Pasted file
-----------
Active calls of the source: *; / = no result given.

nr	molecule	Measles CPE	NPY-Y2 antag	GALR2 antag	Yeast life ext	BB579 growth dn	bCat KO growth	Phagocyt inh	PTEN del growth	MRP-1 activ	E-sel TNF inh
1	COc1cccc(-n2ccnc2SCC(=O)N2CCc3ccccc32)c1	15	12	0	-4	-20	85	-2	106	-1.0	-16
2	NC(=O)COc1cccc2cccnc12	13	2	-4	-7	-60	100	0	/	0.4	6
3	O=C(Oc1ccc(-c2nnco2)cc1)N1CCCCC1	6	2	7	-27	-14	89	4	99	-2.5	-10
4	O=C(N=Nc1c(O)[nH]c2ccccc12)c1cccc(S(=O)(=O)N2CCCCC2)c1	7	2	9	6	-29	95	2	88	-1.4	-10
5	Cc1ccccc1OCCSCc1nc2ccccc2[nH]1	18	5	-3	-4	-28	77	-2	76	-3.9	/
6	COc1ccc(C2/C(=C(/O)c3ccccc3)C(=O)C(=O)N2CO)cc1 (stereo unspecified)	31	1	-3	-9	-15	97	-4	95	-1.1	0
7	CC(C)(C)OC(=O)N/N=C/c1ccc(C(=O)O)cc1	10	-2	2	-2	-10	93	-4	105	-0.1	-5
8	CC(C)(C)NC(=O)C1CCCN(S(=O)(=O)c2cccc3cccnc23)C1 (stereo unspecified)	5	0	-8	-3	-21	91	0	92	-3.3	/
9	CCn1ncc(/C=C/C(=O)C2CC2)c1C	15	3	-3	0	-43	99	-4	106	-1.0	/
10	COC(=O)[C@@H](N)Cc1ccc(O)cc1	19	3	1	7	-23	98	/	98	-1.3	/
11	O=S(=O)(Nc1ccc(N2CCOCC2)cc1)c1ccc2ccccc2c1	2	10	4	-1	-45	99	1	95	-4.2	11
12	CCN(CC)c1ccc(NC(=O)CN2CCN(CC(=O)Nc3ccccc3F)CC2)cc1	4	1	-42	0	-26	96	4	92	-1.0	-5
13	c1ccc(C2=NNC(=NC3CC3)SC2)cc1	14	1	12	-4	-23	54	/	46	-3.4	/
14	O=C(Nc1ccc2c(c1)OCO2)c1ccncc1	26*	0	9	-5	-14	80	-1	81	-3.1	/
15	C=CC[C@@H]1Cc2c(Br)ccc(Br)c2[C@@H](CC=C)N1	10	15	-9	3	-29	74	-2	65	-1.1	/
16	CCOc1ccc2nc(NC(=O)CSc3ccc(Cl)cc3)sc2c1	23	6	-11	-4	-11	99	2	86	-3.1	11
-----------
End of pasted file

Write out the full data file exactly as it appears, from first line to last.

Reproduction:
Active calls of the source: *; / = no result given.

nr	molecule	Measles CPE	NPY-Y2 antag	GALR2 antag	Yeast life ext	BB579 growth dn	bCat KO growth	Phagocyt inh	PTEN del growth	MRP-1 activ	E-sel TNF inh
1	COc1cccc(-n2ccnc2SCC(=O)N2CCc3ccccc32)c1	15	12	0	-4	-20	85	-2	106	-1.0	-16
2	NC(=O)COc1cccc2cccnc12	13	2	-4	-7	-60	100	0	/	0.4	6
3	O=C(Oc1ccc(-c2nnco2)cc1)N1CCCCC1	6	2	7	-27	-14	89	4	99	-2.5	-10
4	O=C(N=Nc1c(O)[nH]c2ccccc12)c1cccc(S(=O)(=O)N2CCCCC2)c1	7	2	9	6	-29	95	2	88	-1.4	-10
5	Cc1ccccc1OCCSCc1nc2ccccc2[nH]1	18	5	-3	-4	-28	77	-2	76	-3.9	/
6	COc1ccc(C2/C(=C(/O)c3ccccc3)C(=O)C(=O)N2CO)cc1 (stereo unspecified)	31	1	-3	-9	-15	97	-4	95	-1.1	0
7	CC(C)(C)OC(=O)N/N=C/c1ccc(C(=O)O)cc1	10	-2	2	-2	-10	93	-4	105	-0.1	-5
8	CC(C)(C)NC(=O)C1CCCN(S(=O)(=O)c2cccc3cccnc23)C1 (stereo unspecified)	5	0	-8	-3	-21	91	0	92	-3.3	/
9	CCn1ncc(/C=C/C(=O)C2CC2)c1C	15	3	-3	0	-43	99	-4	106	-1.0	/
10	COC(=O)[C@@H](N)Cc1ccc(O)cc1	19	3	1	7	-23	98	/	98	-1.3	/
11	O=S(=O)(Nc1ccc(N2CCOCC2)cc1)c1ccc2ccccc2c1	2	10	4	-1	-45	99	1	95	-4.2	11
12	CCN(CC)c1ccc(NC(=O)CN2CCN(CC(=O)Nc3ccccc3F)CC2)cc1	4	1	-42	0	-26	96	4	92	-1.0	-5
13	c1ccc(C2=NNC(=NC3CC3)SC2)cc1	14	1	12	-4	-23	54	/	46	-3.4	/
14	O=C(Nc1ccc2c(c1)OCO2)c1ccncc1	26*	0	9	-5	-14	80	-1	81	-3.1	/
15	C=CC[C@@H]1Cc2c(Br)ccc(Br)c2[C@@H](CC=C)N1	10	15	-9	3	-29	74	-2	65	-1.1	/
16	CCOc1ccc2nc(NC(=O)CSc3ccc(Cl)cc3)sc2c1	23	6	-11	-4	-11	99	2	86	-3.1	11